Opinion

Bill to ban FGM passes in Wyoming despite pushback by radical trans activists

A Wyoming bill to ban FGM was nearly defeated by opposition from trans activists on the grounds that it would outlaw gender reassignment surgery for minors.

Erin Perse London, UK
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A Wyoming bill to ban Female Genital Mutilation (FGM) was nearly defeated by fierce opposition from trans activists, on the grounds that it would outlaw genital surgery on minors for the purposes of so-called "gender reassignment."

House Bill 127 – Prohibition of female genital mutilation was brought by conservative Representative Dan Laursen. It criminalizes the cultural practice of FGM, which affects some refugees and immigrants from Africa and the Middle East imported to the United States, as aggravated assault and battery.

The bill defines FGM as the partial or complete removal of the clitoris, sewing the vaginal opening to be permanently closed, and other harmful procedures. According to the World Health Organization, over 200 million women globally have been made to suffer from this human rights violation.

In addition to the criminal provisions, the bill allows victims to bring civil claims against their mutilators for years after the commission of the crime. It also instigates a state-wide education campaign. This protects an estimated 400-600 girls in Wyoming by law, and who now have a remedy for this barbarism.

Hibo Wardere, anti-FGM campaigner and survivor, had a message for the trans activists who would have stopped the bill, leaving girls in Wyoming at risk of this deeply traumatic form of violence. She said trans activists who conflate FGM with so-called gender reassignment surgery were "disrespecting our trauma, taking over our trauma, which you shouldn't be."

"FGM is about a child being held down, against their will, and their genitals are mutilated... Stop diluting these two issues."

Initially, the bill to criminalize this atrocity against girls soared through the Wyoming house. The cause of protecting girls and women from FGM has widespread bipartisan backing among lawmakers. Ethically, it is a no-brainer, an easy issue for everyone to unite against. More than 30 states have already outlawed FGM.

This didn't deter the trans activists, however, who are hardly known for their compassion or strong moral compass. With the tunnel-vision and moral selfishness so characteristic of their movement, they are happy to support and sustain the most extreme form of discrimination against girls—with extreme lifelong physical and mental health consequences–in order to retain plastic surgeons' entitlement to profit from removing children's healthy reproductive organs, and homophobic parents' option to have a potentially lesbian girl's body altered to make her look more like a straight boy.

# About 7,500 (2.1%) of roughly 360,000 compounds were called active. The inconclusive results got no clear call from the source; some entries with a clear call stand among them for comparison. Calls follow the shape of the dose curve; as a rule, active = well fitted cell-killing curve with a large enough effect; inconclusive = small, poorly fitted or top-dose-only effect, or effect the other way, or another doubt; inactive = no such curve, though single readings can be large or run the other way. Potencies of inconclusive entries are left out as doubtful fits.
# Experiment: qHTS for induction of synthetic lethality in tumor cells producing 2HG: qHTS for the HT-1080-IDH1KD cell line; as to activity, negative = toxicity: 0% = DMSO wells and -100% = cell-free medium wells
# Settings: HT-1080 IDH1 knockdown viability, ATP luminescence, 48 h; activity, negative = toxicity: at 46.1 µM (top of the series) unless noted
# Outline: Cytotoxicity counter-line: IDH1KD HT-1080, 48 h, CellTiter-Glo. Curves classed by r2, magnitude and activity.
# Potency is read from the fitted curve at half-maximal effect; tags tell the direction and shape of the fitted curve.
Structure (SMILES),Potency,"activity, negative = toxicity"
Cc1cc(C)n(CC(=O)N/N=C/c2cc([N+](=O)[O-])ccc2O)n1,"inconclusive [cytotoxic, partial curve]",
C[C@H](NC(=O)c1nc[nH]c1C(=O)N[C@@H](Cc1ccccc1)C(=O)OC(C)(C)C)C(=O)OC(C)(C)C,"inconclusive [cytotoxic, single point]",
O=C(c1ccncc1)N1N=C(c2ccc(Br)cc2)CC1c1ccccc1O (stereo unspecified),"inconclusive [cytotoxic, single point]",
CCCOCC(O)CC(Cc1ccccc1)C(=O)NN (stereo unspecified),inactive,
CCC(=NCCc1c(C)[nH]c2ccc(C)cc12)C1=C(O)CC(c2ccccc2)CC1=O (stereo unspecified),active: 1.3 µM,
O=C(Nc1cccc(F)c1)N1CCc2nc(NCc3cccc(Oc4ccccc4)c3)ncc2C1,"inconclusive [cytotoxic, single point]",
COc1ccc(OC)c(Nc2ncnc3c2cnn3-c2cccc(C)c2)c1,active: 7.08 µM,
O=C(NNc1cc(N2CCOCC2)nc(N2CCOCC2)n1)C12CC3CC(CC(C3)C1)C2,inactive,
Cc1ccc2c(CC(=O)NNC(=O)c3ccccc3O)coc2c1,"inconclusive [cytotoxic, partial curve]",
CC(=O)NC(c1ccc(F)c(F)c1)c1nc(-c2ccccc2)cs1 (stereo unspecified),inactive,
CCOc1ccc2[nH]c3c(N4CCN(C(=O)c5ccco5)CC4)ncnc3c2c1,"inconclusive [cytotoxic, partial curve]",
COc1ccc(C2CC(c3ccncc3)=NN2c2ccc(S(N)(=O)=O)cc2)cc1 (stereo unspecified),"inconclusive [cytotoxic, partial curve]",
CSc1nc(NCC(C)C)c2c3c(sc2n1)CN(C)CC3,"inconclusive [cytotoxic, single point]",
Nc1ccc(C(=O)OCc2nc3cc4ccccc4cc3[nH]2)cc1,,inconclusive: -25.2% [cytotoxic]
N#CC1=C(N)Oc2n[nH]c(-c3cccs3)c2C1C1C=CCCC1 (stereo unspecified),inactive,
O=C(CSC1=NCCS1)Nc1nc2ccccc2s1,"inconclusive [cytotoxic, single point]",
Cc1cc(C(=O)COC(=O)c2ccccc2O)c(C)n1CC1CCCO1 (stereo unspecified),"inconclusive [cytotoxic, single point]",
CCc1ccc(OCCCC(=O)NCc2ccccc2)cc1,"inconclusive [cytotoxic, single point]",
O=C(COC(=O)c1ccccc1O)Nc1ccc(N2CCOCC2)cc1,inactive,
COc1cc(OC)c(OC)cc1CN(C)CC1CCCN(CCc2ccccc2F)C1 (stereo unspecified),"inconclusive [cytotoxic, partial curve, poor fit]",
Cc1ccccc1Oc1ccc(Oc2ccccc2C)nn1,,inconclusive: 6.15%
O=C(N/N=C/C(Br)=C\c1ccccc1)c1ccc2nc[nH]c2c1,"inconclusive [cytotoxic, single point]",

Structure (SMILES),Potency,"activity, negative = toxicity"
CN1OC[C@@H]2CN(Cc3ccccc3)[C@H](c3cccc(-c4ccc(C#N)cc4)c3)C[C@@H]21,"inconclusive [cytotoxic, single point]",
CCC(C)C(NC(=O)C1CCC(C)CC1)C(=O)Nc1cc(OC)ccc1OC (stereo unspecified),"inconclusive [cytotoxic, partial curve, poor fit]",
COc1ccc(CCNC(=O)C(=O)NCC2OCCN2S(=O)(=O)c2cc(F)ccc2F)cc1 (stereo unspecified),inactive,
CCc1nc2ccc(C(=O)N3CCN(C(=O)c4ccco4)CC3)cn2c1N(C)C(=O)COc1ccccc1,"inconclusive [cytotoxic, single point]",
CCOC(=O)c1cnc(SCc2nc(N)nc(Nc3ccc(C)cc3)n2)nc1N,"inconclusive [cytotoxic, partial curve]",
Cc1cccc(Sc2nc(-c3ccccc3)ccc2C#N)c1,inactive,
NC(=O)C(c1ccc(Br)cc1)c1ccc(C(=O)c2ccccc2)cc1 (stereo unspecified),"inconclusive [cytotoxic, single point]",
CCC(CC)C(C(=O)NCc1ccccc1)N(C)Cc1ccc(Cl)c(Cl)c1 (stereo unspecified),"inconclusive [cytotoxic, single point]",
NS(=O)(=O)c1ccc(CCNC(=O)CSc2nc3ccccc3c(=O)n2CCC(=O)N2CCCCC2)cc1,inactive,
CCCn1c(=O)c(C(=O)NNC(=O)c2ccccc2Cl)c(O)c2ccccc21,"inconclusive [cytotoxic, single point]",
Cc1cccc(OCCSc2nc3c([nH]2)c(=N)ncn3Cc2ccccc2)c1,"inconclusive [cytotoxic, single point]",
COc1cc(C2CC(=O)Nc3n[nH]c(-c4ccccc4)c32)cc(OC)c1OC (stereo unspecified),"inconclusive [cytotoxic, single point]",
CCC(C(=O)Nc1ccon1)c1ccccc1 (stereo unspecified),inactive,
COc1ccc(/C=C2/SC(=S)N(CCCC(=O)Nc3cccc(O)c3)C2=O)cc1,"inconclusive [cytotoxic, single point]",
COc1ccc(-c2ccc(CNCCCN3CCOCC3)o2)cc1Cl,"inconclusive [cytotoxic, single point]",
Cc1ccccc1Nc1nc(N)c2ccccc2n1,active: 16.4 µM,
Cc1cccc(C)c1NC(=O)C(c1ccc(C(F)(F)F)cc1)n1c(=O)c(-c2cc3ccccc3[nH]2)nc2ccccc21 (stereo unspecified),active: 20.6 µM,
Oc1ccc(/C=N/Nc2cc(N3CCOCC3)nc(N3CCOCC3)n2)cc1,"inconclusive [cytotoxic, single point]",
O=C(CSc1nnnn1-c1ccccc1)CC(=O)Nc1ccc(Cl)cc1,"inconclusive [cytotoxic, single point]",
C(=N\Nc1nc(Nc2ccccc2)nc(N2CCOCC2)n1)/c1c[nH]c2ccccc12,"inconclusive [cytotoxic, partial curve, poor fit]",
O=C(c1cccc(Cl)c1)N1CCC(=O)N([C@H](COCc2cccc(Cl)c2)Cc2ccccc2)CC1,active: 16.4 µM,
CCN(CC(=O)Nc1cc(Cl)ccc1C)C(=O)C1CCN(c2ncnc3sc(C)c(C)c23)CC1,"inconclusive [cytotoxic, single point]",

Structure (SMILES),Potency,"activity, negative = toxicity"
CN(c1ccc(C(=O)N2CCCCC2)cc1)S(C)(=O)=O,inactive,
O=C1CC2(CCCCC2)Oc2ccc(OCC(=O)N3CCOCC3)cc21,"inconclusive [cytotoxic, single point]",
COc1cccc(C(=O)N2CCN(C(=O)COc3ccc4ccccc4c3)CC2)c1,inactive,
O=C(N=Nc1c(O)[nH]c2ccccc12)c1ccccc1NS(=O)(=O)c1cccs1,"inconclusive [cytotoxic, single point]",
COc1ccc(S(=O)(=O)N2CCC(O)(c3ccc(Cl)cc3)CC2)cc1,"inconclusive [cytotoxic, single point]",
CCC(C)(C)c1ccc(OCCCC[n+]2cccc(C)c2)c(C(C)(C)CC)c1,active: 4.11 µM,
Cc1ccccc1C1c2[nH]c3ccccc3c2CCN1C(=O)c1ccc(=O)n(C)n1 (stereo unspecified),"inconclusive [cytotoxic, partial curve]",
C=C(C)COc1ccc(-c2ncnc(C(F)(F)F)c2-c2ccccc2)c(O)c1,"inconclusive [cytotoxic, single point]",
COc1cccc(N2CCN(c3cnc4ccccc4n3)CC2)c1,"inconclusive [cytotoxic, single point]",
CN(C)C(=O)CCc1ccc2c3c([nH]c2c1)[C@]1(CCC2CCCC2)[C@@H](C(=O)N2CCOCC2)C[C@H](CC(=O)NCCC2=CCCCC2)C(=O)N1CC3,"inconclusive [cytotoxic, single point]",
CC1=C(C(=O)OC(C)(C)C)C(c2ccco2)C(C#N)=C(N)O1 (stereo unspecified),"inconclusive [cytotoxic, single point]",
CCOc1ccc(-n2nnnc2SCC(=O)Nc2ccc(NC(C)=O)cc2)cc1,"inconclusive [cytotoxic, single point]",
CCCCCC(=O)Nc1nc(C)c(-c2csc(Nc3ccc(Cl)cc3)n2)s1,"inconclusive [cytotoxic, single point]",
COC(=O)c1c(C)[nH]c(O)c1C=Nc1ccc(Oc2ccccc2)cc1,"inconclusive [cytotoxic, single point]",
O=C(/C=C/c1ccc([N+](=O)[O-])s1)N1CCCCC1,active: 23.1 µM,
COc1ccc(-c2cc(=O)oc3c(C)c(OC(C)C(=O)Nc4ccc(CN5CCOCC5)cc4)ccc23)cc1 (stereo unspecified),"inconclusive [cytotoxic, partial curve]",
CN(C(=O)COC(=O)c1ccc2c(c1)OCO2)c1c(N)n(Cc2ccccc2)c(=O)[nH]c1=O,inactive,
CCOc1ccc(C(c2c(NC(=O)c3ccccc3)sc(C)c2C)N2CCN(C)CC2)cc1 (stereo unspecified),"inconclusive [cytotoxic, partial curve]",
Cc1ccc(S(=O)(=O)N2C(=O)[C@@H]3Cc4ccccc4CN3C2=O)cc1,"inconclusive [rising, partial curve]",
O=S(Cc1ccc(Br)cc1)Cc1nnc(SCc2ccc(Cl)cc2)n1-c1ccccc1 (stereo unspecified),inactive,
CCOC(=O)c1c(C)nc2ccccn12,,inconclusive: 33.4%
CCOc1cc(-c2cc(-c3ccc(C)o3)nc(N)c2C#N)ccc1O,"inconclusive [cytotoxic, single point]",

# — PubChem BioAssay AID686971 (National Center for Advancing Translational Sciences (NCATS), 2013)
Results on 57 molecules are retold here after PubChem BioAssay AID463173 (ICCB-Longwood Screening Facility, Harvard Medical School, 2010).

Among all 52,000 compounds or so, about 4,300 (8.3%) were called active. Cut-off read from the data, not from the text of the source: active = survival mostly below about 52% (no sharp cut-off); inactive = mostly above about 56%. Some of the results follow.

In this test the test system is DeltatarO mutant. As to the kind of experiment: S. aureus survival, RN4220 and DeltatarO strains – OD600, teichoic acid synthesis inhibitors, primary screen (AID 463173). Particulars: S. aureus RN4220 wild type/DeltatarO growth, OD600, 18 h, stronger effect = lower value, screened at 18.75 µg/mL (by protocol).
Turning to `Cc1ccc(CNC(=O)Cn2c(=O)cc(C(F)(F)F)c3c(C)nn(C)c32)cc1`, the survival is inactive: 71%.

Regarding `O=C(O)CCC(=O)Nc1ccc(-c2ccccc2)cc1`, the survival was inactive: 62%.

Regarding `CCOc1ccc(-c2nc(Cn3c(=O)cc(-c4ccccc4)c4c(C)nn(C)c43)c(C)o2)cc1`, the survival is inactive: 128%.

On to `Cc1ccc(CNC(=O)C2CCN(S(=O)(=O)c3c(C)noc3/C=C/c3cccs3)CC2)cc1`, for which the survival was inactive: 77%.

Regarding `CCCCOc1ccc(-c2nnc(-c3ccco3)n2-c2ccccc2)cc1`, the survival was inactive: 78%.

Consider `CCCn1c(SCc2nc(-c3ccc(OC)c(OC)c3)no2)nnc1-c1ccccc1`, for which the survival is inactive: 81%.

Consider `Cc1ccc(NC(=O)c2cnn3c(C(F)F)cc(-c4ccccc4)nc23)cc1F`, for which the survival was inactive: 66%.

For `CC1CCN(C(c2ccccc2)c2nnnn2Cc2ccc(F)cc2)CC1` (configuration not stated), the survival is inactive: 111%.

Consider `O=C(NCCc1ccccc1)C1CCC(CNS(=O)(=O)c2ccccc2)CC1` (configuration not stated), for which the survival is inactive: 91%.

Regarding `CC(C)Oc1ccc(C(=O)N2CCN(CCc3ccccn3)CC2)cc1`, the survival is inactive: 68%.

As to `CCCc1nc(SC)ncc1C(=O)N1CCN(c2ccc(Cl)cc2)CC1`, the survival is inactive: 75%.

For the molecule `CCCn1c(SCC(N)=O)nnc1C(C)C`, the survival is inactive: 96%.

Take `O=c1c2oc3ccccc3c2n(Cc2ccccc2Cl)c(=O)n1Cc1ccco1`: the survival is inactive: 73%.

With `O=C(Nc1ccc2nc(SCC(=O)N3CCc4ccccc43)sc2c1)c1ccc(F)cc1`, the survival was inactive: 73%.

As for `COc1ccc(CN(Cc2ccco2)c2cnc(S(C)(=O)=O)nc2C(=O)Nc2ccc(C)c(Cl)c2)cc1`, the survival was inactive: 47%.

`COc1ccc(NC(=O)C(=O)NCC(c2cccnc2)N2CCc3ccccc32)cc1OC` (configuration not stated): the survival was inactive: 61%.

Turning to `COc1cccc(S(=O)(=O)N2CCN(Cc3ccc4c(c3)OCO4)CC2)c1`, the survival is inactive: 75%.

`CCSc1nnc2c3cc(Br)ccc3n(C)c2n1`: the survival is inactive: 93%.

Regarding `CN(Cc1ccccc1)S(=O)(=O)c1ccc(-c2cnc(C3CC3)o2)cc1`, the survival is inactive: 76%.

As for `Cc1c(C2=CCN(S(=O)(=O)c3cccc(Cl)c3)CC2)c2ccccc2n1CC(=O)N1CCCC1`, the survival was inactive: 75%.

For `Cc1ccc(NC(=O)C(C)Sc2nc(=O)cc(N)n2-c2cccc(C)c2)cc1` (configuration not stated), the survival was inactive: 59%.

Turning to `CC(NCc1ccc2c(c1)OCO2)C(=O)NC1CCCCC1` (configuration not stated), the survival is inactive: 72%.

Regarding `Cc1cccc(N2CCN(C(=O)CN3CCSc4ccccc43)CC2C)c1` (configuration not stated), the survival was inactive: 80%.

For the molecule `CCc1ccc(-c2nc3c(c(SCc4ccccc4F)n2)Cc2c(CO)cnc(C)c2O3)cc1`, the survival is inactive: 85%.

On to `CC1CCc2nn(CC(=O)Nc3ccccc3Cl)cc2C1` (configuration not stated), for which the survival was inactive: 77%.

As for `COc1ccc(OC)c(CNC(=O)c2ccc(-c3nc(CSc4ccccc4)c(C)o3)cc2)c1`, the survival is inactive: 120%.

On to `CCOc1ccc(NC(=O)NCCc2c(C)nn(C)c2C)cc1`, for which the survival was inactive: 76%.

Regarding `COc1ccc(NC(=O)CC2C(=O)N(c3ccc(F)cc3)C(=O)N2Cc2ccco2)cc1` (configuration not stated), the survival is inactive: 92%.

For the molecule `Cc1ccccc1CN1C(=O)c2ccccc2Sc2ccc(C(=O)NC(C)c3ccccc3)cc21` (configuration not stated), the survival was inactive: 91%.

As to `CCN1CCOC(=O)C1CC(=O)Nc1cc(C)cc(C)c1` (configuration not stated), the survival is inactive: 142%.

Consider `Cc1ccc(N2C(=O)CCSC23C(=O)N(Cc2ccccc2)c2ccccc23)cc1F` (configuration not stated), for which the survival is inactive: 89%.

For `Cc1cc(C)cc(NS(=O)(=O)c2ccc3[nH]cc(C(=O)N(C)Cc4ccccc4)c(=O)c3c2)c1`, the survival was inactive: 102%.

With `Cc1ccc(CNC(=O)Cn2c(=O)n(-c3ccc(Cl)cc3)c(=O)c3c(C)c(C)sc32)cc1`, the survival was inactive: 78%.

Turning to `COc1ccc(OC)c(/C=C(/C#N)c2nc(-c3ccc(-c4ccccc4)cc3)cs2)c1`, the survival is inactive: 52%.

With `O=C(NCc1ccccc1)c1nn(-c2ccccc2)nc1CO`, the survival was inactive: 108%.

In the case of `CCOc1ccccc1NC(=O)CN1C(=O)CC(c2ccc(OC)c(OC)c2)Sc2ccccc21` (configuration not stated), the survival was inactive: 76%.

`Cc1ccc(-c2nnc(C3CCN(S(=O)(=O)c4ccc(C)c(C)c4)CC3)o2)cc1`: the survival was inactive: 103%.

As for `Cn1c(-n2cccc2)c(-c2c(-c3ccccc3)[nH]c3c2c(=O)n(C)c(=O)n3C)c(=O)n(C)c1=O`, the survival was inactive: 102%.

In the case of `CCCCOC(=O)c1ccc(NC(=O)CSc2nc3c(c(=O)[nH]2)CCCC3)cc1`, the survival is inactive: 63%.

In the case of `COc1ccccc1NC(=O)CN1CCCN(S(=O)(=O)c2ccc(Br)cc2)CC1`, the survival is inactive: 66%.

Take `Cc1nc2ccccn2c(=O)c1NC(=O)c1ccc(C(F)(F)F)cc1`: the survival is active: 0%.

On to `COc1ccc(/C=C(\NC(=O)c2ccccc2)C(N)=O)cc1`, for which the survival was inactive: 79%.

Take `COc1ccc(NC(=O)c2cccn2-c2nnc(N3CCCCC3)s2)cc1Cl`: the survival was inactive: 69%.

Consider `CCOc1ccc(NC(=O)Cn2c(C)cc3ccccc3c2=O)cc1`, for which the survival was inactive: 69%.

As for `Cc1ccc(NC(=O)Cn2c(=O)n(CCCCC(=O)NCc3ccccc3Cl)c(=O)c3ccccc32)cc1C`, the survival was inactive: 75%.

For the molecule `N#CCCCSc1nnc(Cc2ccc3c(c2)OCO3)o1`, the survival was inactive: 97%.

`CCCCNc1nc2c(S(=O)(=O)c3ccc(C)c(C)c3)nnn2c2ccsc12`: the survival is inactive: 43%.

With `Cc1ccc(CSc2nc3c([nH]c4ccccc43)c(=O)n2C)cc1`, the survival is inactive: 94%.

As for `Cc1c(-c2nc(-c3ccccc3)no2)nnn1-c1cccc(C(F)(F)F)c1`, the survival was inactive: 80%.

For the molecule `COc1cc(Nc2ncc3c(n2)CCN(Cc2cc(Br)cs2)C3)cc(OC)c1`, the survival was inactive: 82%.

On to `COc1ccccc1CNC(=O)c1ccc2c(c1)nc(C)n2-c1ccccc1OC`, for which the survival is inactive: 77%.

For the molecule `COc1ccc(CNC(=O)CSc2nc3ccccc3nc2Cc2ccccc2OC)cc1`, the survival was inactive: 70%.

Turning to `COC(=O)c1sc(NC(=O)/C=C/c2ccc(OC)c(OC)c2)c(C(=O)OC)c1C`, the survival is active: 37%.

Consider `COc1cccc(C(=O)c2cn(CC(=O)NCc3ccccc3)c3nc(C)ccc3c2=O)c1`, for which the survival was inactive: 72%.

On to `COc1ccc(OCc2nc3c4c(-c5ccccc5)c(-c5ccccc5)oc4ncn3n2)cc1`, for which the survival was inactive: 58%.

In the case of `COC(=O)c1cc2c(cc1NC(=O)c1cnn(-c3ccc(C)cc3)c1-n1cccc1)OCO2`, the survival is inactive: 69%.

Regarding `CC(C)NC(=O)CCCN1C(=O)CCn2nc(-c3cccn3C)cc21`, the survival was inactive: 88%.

With so many vested interests, and with the gender lobby having such deep pockets thanks to billionaires with inherited wealth, legislating with regard to transgender medical "care" is a highly contested issue. The exemption clause in the bill dealing with "gender reassignment surgery" drove a wedge between various political groups that otherwise agree on wanting to end the violation of women's rights that is FGM.

The contested exemption clause specified that a medical procedure would not be caught by the criminal law “if the person on whom it is performed is over eighteen (18) years of age and requests and consents to the procedure.” Adult male transexuals could continue to have their bodies surgically altered if they wish. What the trans activists objected to was the fact that such surgeries would be considered FGM if performed upon a girl—a human female—under the age of 18.

Although Hibo Wardere rightly objects to the conflation of African and Middle Eastern FGM with American and European gender reassignment surgery for adults of both sexes, there are undoubtedly parallels between the two cultural practices which might make separate legislation challenging to parse in practice, when the physical outcomes can be indistinguishable.

There are, of course, differences. One is a brutal assault, the other a highly managed process involving medical technology. One is performed in a non-sterile room with crude instruments of torture and no anesthetic, the other in an operating theatre under anesthetic. In one, the assault is sprung upon the unknowing girl, and is only possible if the violators restrain the child by force. In the other, well-meaning adults manufacture consent to the procedure by way of a medical pathway.  In one, the woman ends up with severe lifelong health problems requiring medical intervention, greatly aggravated if a man makes her pregnant. In the other, the woman will be unable to have a baby because her sexual organs have been re-sculpted, or removed entirely.